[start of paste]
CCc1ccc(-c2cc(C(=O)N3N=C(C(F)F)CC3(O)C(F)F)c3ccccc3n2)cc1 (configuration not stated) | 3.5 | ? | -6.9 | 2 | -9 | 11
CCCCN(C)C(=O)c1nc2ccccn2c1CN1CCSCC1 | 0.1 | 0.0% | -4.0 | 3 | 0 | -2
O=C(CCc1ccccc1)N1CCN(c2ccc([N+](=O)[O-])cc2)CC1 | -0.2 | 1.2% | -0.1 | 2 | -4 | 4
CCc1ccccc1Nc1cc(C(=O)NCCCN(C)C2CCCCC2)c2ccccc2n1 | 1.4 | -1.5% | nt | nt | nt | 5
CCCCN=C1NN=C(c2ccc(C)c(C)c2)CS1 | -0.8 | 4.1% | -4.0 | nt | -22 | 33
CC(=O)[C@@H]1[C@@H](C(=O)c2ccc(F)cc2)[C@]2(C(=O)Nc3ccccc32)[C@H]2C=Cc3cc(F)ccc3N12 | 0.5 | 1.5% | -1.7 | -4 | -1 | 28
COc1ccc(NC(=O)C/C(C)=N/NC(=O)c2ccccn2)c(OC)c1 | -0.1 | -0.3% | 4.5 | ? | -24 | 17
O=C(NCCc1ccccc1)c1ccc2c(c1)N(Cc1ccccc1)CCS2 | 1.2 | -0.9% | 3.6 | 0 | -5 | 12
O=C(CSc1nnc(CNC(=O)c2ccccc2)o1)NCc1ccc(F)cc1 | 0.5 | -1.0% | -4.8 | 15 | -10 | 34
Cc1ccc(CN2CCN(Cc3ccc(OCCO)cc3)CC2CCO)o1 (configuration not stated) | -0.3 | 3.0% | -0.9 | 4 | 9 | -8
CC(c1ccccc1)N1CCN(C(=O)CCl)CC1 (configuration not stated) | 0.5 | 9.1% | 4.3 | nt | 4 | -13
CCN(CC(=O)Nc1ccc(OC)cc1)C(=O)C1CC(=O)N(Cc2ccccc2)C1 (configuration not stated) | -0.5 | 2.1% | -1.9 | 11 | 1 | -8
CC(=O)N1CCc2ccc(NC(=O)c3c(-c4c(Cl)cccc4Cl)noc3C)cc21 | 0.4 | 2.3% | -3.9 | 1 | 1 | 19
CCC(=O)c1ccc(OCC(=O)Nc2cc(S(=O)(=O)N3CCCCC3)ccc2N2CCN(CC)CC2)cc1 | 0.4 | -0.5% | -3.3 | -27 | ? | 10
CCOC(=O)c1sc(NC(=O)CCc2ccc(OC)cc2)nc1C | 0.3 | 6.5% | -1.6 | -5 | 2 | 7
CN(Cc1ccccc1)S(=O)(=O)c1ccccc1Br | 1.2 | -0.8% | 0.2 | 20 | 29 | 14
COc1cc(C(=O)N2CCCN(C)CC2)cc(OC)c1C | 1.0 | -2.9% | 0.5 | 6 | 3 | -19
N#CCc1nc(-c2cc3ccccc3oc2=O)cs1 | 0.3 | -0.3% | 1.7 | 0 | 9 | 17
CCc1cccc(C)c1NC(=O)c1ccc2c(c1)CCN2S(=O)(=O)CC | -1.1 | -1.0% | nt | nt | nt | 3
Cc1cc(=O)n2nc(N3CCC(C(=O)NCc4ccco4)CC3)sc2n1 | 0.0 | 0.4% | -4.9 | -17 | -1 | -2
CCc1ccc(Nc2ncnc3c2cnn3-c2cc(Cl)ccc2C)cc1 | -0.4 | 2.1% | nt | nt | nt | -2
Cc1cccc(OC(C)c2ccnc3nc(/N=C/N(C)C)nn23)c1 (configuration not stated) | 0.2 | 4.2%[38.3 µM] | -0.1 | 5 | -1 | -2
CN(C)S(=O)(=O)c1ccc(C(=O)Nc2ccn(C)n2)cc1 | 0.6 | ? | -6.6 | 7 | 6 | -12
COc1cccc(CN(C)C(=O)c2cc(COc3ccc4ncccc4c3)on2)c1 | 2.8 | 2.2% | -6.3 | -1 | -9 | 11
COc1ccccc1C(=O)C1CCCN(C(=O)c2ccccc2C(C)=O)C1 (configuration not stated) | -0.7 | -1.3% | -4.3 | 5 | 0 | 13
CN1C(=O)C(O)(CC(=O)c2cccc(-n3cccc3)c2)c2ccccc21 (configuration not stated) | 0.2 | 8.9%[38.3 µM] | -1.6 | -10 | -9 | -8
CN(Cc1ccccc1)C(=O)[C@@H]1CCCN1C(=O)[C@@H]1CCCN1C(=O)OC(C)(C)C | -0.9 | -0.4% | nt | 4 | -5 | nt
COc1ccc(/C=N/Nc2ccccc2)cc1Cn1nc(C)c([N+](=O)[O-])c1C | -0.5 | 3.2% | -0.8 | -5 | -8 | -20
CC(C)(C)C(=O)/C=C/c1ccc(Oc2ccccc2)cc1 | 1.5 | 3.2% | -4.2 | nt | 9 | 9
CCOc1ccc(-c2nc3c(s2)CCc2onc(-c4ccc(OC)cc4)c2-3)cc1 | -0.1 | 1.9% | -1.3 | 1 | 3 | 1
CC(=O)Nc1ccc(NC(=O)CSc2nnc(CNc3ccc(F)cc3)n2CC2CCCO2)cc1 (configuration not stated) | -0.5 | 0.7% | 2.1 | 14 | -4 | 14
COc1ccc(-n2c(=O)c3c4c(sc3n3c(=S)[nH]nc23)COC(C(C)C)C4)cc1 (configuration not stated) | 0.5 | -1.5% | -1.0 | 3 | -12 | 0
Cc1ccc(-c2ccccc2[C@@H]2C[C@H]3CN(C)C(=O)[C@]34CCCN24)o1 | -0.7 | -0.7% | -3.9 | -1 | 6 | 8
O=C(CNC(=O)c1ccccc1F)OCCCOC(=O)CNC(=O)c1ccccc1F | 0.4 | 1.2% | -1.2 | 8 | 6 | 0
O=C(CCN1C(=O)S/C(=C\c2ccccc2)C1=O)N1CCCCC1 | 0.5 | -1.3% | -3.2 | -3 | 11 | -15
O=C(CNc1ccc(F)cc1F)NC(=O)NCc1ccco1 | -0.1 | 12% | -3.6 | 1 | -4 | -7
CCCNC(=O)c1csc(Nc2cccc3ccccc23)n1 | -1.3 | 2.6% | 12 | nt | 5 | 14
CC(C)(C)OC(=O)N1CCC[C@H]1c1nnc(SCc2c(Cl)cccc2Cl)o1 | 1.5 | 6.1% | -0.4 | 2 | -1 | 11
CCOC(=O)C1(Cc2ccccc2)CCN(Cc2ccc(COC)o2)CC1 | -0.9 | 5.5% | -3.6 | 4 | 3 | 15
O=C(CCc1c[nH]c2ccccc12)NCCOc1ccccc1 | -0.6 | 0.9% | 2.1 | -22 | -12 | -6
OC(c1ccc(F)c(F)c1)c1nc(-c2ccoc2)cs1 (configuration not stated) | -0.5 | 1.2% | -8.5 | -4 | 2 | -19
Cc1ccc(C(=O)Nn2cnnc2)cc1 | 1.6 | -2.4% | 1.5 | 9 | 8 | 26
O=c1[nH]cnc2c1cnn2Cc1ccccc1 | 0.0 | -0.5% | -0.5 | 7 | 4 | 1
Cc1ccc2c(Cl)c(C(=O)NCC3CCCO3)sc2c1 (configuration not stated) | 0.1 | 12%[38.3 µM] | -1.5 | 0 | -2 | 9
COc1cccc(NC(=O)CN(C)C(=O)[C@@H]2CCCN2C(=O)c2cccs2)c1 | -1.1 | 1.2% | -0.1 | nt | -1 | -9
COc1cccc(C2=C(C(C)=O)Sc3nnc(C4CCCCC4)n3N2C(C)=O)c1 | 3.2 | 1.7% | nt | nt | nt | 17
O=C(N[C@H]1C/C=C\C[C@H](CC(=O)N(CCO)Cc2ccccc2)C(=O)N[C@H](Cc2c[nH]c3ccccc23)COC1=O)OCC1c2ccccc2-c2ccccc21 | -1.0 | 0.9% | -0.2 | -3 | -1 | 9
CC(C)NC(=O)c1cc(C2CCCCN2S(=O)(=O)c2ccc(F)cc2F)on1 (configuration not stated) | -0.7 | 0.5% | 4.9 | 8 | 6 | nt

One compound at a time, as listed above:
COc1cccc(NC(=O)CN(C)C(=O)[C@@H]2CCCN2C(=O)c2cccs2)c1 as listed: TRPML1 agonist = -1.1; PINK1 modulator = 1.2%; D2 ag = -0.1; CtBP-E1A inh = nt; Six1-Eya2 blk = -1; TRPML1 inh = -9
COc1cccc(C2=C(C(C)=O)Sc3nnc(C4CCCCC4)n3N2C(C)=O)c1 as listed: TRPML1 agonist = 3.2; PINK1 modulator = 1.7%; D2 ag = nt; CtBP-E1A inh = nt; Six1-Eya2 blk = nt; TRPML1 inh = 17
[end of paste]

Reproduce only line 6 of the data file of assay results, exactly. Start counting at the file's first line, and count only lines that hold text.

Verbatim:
CC(=O)[C@@H]1[C@@H](C(=O)c2ccc(F)cc2)[C@]2(C(=O)Nc3ccccc32)[C@H]2C=Cc3cc(F)ccc3N12 | 0.5 | 1.5% | -1.7 | -4 | -1 | 28